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Printed from https://www.writing.com/main/view_item/item_id/2219795-A-Maggot-in-the-Dust
Rated: ASR · Short Story · Drama · #2219795
I would not be a willing sacrifice, a worm unaware of the looming boot. I would fight!
         I was afraid to go into the store.

         There was a man in there, a frightening fellow, and I did not want to go. He knew my name, and where I lived. He had been watching me for months, years even. I could hide nothing from his prying eyes. His notes on me ran long, pages and pages in length. And he was there, inside, waiting for me.

         Emma didn't understand. She tried asking, wheedling, and cajoling. But I stood firm, my feet planted like a rock. I said nothing, even when she put her hand on my arm and began to drag me forward, toward my doom.

         "We're going inside, Jay, and that's final," she said, casting a contemptuous glance at me. She had tired of the begging and resorted to outright orders. And despite the way I dragged my feet, I was in her thrall. She could not be denied – and I tried to deny her.

         Lights covered the dim doorway, a haunting sign of what was to come. Strange creatures posed in the windows, their eyes menacing. I could feel them watching me. They were his creatures and I was helpless before them. They, too, had been watching me, their eyes weighing my imperfections, my sins, my crimes. And yet she dragged me past them and through the dark portal.

         I heard a ringing and thought it was in my ears. I shook my head to dislodge the sound but nothing worked. It persisted, droning on and on and on. Emma seemed to hear it, and like it, her free hand tapping out the beat as she continued to pull me across the threshold.

         The interior lights blinded me, and I stumbled, falling forward. She thought that I was a willing participant, a lamb ready to walk to my slaughter, and released her grip. My eyes had not adjusted to the brightness inside but I knew enough to make my escape.

         I set off down the aisle as my vision cleared. Behind me, I heard her angry yell. Instinct slowed my step, but I fought it off. I would not be taken before my accuser, not this day! I ran, as fast as I could, weaving between surprised shoppers. Their eyes began to judge me as well, and I grew even more frightened.

         I rounded a corner and collided with a man in a dull blue uniform. His beady black eyes fixed on mine as he latched onto my arm.

         "Where're you off to in such a hurry?" he asked. His tone seemed jolly, but I could hear the menace beneath.

         Behind him, I heard Emma approach, gasping for breath.

         "Thank you, officer," she said. "He got away from me."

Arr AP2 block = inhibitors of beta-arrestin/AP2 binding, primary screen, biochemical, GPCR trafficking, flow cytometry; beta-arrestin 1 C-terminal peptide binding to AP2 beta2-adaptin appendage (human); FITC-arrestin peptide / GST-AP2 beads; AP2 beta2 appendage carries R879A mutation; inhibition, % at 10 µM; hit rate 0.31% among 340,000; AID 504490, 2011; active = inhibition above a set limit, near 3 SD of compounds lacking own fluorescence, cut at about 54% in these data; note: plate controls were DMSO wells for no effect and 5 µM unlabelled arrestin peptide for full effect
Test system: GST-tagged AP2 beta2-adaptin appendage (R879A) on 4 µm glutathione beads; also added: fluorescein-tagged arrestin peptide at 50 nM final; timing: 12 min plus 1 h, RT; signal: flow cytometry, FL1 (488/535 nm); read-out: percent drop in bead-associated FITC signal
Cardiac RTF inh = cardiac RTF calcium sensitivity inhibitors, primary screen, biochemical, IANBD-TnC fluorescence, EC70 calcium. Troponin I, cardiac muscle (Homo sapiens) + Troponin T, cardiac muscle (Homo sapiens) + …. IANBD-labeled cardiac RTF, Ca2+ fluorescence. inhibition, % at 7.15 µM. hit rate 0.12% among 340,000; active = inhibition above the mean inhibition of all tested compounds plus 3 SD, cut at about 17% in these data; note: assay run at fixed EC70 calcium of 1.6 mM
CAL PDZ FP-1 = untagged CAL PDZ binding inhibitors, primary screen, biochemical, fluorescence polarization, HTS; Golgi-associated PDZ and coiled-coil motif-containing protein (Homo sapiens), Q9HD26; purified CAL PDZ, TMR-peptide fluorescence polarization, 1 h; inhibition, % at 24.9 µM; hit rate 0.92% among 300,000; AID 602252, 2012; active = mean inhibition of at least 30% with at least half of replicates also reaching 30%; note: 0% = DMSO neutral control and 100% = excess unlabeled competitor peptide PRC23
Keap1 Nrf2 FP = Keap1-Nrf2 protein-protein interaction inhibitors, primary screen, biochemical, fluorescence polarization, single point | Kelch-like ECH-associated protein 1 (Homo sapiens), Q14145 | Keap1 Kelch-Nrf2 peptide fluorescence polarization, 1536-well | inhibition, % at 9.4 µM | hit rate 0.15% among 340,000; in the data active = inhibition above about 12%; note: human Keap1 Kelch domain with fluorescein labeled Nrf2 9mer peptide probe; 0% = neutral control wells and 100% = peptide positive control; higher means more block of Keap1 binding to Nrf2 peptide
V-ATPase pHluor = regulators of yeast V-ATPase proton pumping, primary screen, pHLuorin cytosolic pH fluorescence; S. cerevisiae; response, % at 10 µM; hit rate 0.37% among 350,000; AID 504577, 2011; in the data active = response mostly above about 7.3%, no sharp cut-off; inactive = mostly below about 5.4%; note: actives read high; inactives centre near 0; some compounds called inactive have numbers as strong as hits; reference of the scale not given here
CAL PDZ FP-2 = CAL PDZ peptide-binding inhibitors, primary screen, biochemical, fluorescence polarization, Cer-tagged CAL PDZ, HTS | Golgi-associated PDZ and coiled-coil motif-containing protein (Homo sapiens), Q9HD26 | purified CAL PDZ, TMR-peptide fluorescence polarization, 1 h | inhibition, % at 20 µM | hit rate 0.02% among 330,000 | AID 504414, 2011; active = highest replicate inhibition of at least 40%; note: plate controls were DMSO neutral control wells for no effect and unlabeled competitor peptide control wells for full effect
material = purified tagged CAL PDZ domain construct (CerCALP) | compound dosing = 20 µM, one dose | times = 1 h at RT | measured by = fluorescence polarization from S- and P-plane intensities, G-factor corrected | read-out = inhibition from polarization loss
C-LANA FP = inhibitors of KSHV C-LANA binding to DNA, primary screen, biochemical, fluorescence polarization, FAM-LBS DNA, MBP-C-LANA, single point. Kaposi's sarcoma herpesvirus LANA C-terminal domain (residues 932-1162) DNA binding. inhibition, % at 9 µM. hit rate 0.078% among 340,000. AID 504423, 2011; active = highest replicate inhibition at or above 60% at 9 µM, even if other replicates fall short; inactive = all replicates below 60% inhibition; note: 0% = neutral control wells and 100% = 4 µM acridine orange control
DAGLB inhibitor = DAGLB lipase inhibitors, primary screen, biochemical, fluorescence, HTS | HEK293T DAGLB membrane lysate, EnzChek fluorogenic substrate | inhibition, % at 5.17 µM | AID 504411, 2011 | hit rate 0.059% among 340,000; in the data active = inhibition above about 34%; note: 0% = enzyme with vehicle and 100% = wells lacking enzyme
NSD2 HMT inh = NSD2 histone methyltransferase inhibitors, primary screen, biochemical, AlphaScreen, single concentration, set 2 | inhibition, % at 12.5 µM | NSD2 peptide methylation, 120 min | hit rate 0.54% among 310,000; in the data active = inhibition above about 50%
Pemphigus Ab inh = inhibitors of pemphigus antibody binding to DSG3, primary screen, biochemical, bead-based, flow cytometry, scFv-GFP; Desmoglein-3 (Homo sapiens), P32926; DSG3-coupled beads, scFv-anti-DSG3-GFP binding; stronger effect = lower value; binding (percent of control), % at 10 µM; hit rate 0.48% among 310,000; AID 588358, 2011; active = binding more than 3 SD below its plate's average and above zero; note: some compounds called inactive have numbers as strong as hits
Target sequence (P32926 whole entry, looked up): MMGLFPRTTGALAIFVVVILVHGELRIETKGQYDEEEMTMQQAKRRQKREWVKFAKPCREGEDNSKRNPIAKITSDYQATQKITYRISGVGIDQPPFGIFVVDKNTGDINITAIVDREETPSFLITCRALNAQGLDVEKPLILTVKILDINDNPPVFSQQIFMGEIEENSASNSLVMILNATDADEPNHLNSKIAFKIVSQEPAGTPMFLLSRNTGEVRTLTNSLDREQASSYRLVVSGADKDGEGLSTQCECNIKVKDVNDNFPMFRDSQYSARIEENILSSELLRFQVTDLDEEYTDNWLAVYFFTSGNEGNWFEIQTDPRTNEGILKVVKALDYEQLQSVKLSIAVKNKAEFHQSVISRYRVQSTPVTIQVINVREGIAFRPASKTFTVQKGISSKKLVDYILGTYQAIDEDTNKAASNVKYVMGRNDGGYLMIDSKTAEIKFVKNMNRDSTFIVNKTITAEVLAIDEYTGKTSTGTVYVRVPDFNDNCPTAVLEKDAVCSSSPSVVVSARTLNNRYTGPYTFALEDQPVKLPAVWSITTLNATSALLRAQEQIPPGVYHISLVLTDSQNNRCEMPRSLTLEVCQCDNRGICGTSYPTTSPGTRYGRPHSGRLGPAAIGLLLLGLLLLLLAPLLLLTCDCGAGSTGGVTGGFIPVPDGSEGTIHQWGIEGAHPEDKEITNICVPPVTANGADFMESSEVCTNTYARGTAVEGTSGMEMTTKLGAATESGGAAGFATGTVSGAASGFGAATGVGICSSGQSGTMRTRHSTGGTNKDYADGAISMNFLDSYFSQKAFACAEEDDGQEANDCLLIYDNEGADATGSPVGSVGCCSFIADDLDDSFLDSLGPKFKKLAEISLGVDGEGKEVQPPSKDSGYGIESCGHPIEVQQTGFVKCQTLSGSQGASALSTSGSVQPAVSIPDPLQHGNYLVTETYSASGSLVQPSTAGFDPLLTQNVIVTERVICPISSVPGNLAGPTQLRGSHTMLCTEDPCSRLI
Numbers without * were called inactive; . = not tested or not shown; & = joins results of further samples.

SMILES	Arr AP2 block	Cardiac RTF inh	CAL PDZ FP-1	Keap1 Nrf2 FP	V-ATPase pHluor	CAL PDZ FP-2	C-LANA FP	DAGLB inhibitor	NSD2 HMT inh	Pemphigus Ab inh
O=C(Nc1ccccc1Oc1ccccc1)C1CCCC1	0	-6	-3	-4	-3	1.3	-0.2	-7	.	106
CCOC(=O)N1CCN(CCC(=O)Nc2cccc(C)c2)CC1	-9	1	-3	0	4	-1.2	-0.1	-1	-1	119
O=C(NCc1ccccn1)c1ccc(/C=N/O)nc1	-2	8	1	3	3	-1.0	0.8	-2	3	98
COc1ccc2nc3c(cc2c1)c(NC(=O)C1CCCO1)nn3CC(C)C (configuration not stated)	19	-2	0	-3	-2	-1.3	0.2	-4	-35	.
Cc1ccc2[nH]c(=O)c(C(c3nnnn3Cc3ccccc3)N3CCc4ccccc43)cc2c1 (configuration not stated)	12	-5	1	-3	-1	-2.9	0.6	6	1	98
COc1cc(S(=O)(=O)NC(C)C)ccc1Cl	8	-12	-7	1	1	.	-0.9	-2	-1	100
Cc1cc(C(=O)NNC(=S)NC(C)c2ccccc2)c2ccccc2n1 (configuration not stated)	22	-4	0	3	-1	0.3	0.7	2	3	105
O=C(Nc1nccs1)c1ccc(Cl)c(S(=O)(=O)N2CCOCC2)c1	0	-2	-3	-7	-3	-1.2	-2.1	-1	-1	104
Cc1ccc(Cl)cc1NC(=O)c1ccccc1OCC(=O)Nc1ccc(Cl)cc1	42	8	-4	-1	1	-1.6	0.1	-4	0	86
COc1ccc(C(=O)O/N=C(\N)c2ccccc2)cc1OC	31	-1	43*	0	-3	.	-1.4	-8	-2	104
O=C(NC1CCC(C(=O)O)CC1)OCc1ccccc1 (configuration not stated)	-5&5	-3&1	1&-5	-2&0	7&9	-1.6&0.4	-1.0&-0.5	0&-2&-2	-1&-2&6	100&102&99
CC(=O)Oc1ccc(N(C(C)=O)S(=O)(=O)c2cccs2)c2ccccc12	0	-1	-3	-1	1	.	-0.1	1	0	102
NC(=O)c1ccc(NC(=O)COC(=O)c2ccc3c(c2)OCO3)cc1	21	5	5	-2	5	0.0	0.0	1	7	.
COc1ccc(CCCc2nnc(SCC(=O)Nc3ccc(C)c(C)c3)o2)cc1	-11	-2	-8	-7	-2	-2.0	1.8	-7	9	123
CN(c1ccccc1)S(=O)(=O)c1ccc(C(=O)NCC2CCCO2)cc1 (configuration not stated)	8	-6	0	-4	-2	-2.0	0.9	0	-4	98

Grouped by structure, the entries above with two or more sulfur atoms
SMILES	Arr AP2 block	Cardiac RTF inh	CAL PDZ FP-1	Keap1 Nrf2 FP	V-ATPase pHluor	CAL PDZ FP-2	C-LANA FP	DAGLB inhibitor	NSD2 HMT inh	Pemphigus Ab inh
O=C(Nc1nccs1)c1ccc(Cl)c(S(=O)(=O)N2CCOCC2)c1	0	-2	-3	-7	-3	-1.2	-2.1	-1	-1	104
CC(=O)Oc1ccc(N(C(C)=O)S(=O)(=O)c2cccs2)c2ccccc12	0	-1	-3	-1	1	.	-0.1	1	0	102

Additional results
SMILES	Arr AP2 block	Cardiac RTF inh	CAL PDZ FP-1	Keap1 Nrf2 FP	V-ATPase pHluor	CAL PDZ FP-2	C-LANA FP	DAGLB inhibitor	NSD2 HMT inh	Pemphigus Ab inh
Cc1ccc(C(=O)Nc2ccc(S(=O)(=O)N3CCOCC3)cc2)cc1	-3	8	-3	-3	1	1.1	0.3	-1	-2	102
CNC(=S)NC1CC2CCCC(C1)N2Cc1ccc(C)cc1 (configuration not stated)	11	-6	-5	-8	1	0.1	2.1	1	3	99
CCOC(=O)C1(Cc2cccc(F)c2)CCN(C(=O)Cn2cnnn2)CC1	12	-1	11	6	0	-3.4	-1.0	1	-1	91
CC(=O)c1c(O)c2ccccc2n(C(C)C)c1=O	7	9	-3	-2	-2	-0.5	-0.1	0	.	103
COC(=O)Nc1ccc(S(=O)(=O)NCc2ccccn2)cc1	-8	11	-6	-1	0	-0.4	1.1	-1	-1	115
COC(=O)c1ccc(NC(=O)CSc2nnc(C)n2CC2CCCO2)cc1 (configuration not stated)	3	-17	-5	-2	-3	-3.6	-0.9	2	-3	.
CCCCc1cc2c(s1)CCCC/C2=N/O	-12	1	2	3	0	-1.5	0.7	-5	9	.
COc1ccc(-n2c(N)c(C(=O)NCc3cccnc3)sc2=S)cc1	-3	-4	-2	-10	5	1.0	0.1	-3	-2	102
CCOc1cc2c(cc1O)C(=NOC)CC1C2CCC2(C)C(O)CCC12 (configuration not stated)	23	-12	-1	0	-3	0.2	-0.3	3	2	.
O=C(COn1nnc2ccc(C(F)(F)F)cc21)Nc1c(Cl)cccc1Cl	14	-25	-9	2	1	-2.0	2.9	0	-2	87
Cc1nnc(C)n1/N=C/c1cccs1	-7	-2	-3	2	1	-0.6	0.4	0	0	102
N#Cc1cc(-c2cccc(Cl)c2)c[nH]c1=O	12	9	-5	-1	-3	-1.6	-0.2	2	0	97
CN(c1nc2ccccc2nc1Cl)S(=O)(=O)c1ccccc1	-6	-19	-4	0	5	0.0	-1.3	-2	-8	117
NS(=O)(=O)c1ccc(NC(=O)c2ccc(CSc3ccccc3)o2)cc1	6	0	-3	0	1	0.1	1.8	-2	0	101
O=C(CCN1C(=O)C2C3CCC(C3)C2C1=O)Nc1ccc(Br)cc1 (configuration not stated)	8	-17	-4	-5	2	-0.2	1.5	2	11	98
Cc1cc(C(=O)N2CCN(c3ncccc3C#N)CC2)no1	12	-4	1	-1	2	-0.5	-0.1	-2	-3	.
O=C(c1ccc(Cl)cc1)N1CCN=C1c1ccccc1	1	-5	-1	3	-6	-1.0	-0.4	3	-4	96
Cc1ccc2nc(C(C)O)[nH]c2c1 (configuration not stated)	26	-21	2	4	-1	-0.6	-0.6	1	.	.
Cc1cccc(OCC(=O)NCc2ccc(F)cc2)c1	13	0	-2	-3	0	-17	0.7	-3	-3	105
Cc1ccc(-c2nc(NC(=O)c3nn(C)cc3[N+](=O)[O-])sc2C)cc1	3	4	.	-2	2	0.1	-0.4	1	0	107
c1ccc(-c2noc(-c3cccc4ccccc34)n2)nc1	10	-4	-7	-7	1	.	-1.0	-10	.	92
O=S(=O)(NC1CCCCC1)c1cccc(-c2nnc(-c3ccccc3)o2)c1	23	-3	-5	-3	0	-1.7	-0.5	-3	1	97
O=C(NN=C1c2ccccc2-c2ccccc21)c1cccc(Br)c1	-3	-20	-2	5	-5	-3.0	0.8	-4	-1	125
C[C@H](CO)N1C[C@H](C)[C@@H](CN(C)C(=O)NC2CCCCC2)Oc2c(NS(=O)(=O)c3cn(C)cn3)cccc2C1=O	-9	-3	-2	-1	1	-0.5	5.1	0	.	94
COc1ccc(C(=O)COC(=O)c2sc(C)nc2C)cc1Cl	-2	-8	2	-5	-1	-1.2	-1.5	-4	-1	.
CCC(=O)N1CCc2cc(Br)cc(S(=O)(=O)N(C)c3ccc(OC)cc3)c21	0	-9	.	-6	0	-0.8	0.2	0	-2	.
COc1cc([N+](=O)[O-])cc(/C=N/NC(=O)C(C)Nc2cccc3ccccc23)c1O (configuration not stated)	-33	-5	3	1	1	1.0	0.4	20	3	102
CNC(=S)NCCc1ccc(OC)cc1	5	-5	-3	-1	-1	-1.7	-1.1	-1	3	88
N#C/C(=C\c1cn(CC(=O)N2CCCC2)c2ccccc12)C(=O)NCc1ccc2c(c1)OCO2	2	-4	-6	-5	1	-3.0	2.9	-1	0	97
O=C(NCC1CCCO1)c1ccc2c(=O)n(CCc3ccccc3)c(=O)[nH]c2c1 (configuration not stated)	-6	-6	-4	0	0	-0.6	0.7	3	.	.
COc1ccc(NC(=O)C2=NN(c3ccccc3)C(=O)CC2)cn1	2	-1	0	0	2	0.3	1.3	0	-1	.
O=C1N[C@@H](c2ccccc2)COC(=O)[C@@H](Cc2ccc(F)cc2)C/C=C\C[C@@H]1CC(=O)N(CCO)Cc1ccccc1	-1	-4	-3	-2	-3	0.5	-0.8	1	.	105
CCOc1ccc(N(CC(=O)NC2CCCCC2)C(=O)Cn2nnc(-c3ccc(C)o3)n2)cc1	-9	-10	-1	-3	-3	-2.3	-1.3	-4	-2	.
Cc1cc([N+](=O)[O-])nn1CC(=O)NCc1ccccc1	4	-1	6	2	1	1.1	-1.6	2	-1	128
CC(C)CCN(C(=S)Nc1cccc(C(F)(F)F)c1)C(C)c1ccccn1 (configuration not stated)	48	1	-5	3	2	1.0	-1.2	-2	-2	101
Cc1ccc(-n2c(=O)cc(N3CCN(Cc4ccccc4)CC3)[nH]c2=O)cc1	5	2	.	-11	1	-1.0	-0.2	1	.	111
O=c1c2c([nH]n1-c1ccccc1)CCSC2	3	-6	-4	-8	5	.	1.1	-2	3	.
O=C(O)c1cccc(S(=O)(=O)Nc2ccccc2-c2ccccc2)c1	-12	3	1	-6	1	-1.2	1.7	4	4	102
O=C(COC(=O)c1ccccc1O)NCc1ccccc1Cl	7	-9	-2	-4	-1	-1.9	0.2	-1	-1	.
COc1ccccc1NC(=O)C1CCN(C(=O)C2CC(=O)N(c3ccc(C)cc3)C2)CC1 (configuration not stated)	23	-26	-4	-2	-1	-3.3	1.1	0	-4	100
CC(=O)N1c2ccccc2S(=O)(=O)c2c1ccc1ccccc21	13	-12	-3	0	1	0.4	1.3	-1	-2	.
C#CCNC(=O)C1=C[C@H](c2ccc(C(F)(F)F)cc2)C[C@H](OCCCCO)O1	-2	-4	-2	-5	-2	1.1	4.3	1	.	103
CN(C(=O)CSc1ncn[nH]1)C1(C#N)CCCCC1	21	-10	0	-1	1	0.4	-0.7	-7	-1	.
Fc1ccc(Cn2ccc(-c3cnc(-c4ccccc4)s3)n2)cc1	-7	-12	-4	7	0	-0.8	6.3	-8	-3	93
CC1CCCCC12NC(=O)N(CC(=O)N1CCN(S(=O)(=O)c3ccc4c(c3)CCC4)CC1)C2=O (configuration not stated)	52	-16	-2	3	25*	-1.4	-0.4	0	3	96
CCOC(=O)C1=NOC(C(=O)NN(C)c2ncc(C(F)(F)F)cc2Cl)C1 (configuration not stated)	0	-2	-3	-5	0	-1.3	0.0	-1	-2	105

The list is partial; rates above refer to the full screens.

"Fast little sucker, isn't he?" He grinned at me, his white teeth flashing hungrily, and I shrank back.

         Emma's hand replaced the officer's, and her grip tightened.

         "Don't you ever do that again," she said, her breath still coming fast. "It's crowded in here, and I don't want to lose you."

         With that, she continued her resolute march. I cast a despairing look back at the officer, hoping for salvation, for mercy. He only smiled an evil smile and shook his head.

         Soon we stood in a line of sacrifices, feeble victims ready to be passed on as an offering to Him. The fools seemed happy, excited.

         They were worse than lambs; they were worms, insects. Their fates hung above them, their doom sealed, and yet they failed to see the descending boot that would crush the light from them.

         Before I knew it, we were in front of Him. He sat on a throne, a gilt chair covered with silver and holly, drops of blood spotting the leaves. I could hear the murmurs behind me, the ones who abased themselves like fools, but I would not bow down.

         My struggle was futile. Emma—I would not deign to call her 'mother' anymore—lifted me bodily and set me on his lap. I froze in fear as his giant white paws wrapped around my puny body. A wild mane shielded his face and blue eyes glinted from the depths of his skull. He leaned even closer, a sickeningly sweet smell of peppermint wafting from his gaping maw.

         I cowered in fear.

         "And what do you want for Christmas, little boy?" he asked.

         As though he didn't know. As though he hadn't stalked me all year, waiting for an opportune moment to strike.

         I said nothing.

         "Have you been good this year?" he asked.

         Good? I would show him good! I would not be beaten down, squashed like a maggot into the pavement. I would stand my ground, fight for my life until it ended.

         So I bit Santa Claus.

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